Baritone Omar Ebrahim needs to be heard to be believed—his is an astounding performance, demonstrating that love poetry can pack one hell of a punch.

5against4.com

Julius Fucik, London Philharmonic Orchestra

Royal Festival Hall

Omar Ebrahim’s Fucik, hounded by a handheld searchlight… Chilling and effective.

Richard Morrison, The Times

Omar Ebrahim offered an excellent performance. This excellent account, antiphonal drumming and all, exuded brutality, psychoticism, and yet inviting, spellbinding beauty.

Mark Berry, Boulezian Blog

In the Penal Colony

Music Theatre Wales

That ever-remarkable baritone Omar Ebrahim, always sensitive to text, had chilling authority as the Officer.

Fiona Maddocks, Observer

Omar Ebrahim's powerful and emotive Officer

Kenneth Walton, The Scotsman

Omar Ebrahim put flesh and blood on the blinkered Officer

Andrew Clark, Financial Times

Omar Ebrahim excels as the Officer

George Hall, The Stage

Omar Ebrahim, who sings The Officer, is extremely experienced in contemporary music theatre. His vocal range is prodigious, though not used here where the monotony of the music is part of the plot. Nonetheless, Ebrahim brings surprising lyricism to the part. Some passages shimmer with the fervour of Bach

Anne Ozorio, Opera Today

The heft and robustness of Omar Ebrahim’s baritone gives his performance of the Office an oddly noble solemnity that feeds directly into the work’s profoundly ironic character

Christopher Ballantine, Opera Magazine

Skellig

The Sage

the star is Omar Ebrahim. He wheezes, roars, belches and retches the part of Skellig with terrific verve

Richard Morrison, The Times

the magnificent Omar Ebrahim, who gave the early enfeebled Skellig a scary baritone rasp before declaiming his name in a
great melismatic shout at the end of the first half..... And then Skellig, who drops into the hospital to protect the child, finally
bursts into full-throated song, a real hog-the-stage solo which Ebrahim relishes as he spreads both his wings and his voice.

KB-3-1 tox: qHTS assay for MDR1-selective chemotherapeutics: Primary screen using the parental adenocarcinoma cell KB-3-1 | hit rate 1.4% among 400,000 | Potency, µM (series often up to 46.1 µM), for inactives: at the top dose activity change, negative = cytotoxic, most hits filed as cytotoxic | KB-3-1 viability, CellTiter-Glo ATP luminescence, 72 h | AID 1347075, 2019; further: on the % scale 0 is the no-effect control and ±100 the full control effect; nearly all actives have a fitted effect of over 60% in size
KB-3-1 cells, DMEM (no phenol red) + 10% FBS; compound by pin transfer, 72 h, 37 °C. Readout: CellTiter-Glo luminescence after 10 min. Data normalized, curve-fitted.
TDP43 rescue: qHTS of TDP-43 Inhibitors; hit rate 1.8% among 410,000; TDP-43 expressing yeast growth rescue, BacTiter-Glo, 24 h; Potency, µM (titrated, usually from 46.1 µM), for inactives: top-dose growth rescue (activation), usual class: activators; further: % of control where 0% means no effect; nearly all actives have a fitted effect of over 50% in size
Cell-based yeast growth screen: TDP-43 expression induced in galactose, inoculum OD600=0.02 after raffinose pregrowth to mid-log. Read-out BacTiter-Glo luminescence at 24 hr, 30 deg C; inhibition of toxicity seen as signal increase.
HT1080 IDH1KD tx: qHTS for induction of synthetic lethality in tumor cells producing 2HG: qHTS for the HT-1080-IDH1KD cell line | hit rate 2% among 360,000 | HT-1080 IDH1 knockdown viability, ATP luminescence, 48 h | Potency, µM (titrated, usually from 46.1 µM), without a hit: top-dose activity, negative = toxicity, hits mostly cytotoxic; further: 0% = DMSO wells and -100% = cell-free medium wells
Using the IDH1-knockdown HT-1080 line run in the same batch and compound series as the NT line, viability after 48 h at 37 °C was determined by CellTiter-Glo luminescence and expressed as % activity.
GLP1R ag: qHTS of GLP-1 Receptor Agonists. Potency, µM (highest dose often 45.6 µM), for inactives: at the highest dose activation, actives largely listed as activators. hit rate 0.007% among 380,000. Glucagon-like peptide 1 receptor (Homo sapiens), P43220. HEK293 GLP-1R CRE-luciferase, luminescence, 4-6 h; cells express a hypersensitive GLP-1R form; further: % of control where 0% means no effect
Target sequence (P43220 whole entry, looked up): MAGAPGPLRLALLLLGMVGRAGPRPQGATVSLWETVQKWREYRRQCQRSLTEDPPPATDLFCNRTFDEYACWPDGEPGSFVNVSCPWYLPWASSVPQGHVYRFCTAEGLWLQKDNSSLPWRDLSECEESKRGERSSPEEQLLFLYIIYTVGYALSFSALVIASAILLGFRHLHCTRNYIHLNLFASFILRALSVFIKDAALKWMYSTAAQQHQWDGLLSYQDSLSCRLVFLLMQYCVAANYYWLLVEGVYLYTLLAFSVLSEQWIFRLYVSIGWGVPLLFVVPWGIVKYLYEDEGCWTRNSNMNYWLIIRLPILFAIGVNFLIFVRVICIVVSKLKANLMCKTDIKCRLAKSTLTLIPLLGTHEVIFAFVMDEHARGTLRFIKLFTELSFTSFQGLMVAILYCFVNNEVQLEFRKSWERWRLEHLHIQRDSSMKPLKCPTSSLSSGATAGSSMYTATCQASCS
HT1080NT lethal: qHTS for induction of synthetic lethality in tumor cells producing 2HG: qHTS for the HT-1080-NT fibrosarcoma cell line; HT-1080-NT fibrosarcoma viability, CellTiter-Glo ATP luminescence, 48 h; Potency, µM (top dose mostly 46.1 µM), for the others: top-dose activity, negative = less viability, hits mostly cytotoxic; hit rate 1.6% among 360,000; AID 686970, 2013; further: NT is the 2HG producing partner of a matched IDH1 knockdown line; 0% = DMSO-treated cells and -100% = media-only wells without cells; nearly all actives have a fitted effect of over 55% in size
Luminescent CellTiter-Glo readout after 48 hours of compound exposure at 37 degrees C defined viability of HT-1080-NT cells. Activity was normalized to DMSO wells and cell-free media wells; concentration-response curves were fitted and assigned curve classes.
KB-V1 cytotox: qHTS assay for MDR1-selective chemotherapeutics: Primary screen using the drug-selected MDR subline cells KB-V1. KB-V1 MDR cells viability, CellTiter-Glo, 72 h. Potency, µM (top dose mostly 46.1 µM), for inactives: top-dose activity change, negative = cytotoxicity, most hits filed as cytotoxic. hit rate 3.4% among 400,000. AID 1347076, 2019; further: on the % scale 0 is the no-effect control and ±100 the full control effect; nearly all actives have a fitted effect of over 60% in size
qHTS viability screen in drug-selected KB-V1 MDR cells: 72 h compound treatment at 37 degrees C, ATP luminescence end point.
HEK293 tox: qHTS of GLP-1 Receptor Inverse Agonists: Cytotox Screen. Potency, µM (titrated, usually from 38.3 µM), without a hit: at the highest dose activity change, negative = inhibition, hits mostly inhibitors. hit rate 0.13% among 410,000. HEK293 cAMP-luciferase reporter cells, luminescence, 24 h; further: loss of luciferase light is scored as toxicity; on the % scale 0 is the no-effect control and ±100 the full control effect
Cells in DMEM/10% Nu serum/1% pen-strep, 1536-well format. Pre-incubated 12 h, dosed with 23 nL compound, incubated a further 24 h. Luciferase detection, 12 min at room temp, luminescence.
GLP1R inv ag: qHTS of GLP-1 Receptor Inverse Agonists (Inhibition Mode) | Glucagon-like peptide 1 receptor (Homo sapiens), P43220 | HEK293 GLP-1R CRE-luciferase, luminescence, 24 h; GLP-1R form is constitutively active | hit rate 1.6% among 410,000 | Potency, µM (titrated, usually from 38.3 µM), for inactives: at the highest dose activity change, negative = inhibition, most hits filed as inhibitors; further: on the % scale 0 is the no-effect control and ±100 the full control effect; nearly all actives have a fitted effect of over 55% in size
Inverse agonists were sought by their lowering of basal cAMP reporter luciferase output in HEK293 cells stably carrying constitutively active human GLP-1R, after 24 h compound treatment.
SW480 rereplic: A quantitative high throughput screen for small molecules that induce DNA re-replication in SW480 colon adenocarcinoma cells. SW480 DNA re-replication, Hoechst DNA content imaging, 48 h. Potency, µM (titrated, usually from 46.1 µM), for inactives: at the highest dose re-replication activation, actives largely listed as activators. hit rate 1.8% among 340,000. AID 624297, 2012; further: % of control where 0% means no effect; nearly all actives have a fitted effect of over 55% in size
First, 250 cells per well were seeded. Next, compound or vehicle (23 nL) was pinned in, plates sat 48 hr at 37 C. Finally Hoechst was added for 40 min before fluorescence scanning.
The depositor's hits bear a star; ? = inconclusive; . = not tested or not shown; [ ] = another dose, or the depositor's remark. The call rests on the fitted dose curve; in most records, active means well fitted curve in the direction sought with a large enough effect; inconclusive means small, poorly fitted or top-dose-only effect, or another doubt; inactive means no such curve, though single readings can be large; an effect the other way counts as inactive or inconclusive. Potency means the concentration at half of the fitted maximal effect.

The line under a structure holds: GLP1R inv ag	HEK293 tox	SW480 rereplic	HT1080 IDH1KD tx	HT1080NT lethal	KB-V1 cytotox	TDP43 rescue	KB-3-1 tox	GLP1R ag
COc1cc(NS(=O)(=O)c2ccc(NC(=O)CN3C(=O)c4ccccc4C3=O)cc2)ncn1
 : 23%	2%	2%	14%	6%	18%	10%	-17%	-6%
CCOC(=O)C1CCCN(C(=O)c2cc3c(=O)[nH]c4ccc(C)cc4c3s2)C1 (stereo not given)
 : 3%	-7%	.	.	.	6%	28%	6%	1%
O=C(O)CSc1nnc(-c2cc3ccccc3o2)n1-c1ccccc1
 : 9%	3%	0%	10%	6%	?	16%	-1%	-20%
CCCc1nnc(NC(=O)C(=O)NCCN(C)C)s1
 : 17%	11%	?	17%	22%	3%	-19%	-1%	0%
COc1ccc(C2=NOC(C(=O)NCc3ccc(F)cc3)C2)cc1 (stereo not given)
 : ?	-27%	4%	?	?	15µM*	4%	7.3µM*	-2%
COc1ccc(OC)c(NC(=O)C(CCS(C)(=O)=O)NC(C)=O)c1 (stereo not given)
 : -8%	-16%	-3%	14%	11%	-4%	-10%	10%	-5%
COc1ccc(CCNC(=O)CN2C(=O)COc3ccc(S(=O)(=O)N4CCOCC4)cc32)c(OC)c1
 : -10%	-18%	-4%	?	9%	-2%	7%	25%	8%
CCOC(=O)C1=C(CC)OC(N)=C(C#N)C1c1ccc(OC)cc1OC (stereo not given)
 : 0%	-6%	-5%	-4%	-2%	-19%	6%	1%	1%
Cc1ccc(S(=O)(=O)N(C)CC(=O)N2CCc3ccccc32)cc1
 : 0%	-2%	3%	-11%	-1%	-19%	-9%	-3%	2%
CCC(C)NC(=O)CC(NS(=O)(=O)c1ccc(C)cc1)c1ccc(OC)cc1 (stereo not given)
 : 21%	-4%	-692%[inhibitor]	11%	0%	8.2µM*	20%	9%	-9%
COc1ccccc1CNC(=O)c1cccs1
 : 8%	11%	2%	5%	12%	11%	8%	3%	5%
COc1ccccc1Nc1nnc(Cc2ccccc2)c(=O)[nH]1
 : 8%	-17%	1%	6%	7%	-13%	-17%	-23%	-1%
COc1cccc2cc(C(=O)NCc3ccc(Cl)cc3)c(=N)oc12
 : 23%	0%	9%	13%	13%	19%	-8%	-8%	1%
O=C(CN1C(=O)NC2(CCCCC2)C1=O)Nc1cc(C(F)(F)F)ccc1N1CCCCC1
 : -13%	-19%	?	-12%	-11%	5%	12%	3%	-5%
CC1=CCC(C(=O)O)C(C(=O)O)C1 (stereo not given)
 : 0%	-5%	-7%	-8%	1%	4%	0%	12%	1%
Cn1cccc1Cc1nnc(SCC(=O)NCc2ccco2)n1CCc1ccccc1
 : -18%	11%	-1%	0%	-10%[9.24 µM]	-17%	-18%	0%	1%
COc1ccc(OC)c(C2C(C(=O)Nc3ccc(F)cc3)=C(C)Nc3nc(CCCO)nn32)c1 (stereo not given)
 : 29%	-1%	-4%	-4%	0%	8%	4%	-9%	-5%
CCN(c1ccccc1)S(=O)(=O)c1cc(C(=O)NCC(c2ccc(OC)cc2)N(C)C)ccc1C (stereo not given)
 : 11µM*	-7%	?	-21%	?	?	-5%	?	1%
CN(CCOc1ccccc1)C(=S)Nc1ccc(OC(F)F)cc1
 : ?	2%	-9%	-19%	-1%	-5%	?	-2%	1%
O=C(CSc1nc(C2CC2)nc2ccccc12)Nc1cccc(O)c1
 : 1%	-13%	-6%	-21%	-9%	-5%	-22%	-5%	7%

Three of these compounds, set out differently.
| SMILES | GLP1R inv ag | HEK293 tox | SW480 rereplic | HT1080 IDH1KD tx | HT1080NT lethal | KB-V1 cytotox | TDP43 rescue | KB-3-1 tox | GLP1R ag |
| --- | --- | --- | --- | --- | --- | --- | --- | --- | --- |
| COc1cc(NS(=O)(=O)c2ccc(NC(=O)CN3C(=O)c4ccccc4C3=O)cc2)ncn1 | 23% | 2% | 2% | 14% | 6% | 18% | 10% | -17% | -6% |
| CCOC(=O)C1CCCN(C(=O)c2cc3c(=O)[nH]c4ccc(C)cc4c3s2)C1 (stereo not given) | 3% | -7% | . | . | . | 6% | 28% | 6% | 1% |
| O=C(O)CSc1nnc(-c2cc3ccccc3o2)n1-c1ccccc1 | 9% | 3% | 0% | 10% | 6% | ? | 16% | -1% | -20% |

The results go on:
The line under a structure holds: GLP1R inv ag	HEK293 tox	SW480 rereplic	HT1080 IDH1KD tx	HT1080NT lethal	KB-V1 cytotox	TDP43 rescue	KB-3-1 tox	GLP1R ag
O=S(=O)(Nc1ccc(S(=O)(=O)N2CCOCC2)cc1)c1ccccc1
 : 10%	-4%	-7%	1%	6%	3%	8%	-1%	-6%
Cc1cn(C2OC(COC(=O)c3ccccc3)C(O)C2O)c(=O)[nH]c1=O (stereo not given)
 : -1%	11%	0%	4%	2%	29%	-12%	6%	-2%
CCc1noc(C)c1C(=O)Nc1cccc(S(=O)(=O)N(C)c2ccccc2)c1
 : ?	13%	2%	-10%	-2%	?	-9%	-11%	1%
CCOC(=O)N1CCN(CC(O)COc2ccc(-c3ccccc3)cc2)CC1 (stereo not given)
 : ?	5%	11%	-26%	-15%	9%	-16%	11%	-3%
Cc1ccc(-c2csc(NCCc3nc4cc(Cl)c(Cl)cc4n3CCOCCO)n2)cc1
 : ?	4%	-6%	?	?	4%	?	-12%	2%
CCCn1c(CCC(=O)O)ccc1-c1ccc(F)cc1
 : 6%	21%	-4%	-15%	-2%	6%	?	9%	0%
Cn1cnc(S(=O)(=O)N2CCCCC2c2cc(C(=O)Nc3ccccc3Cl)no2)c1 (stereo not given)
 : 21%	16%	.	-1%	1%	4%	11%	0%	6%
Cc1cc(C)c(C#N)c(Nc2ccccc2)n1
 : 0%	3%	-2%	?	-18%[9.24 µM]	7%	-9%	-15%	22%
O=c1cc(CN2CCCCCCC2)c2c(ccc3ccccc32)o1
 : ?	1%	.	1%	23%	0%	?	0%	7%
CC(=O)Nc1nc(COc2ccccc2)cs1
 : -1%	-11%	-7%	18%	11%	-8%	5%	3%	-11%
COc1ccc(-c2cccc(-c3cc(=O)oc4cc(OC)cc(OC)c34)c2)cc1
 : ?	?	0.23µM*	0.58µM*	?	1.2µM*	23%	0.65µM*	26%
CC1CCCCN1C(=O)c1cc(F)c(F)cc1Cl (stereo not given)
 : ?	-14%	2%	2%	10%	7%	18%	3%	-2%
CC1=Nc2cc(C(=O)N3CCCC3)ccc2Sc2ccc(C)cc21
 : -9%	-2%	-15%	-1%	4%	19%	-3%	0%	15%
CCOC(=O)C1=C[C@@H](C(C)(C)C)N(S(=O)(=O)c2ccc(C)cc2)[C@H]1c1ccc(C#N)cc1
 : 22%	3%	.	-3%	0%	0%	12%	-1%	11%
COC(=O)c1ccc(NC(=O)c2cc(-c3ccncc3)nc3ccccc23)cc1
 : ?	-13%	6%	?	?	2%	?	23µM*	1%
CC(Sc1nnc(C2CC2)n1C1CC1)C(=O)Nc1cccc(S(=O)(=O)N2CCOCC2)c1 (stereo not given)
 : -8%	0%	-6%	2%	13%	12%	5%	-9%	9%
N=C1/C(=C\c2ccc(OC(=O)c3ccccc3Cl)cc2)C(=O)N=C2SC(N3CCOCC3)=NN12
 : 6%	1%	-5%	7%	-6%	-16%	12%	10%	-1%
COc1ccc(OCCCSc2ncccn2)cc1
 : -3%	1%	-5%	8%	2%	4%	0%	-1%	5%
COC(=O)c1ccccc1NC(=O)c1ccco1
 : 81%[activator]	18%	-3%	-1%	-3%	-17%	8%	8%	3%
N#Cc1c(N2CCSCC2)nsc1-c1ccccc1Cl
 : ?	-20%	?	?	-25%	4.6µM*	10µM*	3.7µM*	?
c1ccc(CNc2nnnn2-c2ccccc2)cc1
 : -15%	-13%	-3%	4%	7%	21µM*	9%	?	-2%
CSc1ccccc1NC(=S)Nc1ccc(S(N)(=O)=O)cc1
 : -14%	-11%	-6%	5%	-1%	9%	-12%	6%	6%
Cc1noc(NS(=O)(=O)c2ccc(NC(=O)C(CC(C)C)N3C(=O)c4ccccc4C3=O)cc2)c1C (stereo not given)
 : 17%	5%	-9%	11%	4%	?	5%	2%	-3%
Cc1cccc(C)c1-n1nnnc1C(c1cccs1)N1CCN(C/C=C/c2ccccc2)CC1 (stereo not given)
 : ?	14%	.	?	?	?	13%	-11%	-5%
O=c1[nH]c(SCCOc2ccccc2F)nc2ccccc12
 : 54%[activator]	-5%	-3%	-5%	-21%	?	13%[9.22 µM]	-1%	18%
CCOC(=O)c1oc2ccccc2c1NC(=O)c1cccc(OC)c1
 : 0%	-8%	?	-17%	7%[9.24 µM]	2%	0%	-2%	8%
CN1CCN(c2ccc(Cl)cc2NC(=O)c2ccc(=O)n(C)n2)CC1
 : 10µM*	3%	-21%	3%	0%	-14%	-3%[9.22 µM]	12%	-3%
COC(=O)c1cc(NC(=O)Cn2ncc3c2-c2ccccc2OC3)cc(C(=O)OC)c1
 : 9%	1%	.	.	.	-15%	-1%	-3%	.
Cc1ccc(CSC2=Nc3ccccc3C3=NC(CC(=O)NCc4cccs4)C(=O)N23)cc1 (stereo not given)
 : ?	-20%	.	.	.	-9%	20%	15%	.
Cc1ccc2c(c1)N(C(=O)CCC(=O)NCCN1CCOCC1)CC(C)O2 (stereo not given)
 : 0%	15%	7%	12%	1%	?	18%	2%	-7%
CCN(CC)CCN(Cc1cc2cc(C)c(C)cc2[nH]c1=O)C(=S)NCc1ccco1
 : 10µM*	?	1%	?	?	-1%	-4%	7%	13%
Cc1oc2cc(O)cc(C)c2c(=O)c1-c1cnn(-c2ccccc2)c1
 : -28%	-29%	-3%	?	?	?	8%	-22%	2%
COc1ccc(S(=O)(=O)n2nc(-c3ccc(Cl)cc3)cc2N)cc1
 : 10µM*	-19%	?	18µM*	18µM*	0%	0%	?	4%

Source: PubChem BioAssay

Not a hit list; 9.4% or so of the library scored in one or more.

David Ward, Observer

The casting for Braham Murray's production - the first full opera to be commissioned by the Sage - is first rate. Omar Ebrahim
is outstanding as the arthritic angel: his emergence from a heap of old sacks prompts squeals of disgust from the young
audience, and he is required to employ the full extent of his baritone range from guttural grunting to unearthly falsetto.

Alfred Hickling, Guardian

Omar Ebrahim’s Repertoire

Barber

Samuel Hand of Bridge

Berio

Un Re in Ascolto (Singer)

Beckett

Words and Music

Birtwistle

Gawain (Fool)
Mask of Orpheus (Aristaeus II)
Punch and Judy (Punch)
The Second Mrs. Kong (Vermeer)
Yan Tan Tethera

Bizet

Carmen (Escamillo)

Cavalli

Calisto

Davis

Peace

Dove / Feldman

Siren Song

Henze

The Raft of the Medusa

Lieberson

King Gesar (Narrator)

Ligeti

Aventures, Nouvelles Aventures

Mozart

Don Giovanni (Don Giovanni)

Oliver

Beauty and the Beast (Beast)

Osborne

Nigel Hell's Angels
Terrible Mouth
The Electrification of the Soviet Union (Serezha)

Puccini

La Boheme (Schaunard)

Schoenberg

A Survivor from Warsaw
Ode to Napoleon

Sondheim

Sweeney Todd (Tobias)

J. Strauss

Die Fledermaus (Orlofsky)

R. Strauss

Enoch Arden

Sullivan

Iolanthe (Strephon)

Tippett

King Priam (Hector)
New Year (Donny)
The Knot Garden

Verdi

Macbeth (Macbeth)

Von Bose

63 Dream Palace (Parkurst)

Weill

Mahagonny Songspiel
The Rise and Fall of the City of Mahogonny (Bill)